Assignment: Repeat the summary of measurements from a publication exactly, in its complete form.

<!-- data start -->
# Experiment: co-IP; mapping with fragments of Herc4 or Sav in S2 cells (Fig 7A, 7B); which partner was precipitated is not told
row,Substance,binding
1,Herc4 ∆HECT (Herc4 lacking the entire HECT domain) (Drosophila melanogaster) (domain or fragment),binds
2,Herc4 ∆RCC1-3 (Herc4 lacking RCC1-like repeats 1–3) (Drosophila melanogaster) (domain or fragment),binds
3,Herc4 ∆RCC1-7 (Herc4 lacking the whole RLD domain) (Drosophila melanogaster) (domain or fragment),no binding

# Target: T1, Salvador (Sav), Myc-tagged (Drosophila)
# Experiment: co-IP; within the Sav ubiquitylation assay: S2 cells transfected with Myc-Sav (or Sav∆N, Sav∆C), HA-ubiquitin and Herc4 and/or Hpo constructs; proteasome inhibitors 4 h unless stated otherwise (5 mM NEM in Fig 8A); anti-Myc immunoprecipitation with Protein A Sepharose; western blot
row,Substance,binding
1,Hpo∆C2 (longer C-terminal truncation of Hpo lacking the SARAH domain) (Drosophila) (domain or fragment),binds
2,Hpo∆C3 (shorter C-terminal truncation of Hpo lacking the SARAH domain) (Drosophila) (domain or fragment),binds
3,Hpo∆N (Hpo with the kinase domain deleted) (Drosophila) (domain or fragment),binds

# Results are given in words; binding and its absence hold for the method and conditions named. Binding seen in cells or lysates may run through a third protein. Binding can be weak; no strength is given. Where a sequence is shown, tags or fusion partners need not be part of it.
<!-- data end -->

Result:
# Experiment: co-IP; mapping with fragments of Herc4 or Sav in S2 cells (Fig 7A, 7B); which partner was precipitated is not told
row,Substance,binding
1,Herc4 ∆HECT (Herc4 lacking the entire HECT domain) (Drosophila melanogaster) (domain or fragment),binds
2,Herc4 ∆RCC1-3 (Herc4 lacking RCC1-like repeats 1–3) (Drosophila melanogaster) (domain or fragment),binds
3,Herc4 ∆RCC1-7 (Herc4 lacking the whole RLD domain) (Drosophila melanogaster) (domain or fragment),no binding

# Target: T1, Salvador (Sav), Myc-tagged (Drosophila)
# Experiment: co-IP; within the Sav ubiquitylation assay: S2 cells transfected with Myc-Sav (or Sav∆N, Sav∆C), HA-ubiquitin and Herc4 and/or Hpo constructs; proteasome inhibitors 4 h unless stated otherwise (5 mM NEM in Fig 8A); anti-Myc immunoprecipitation with Protein A Sepharose; western blot
row,Substance,binding
1,Hpo∆C2 (longer C-terminal truncation of Hpo lacking the SARAH domain) (Drosophila) (domain or fragment),binds
2,Hpo∆C3 (shorter C-terminal truncation of Hpo lacking the SARAH domain) (Drosophila) (domain or fragment),binds
3,Hpo∆N (Hpo with the kinase domain deleted) (Drosophila) (domain or fragment),binds

# Results are given in words; binding and its absence hold for the method and conditions named. Binding seen in cells or lysates may run through a third protein. Binding can be weak; no strength is given. Where a sequence is shown, tags or fusion partners need not be part of it.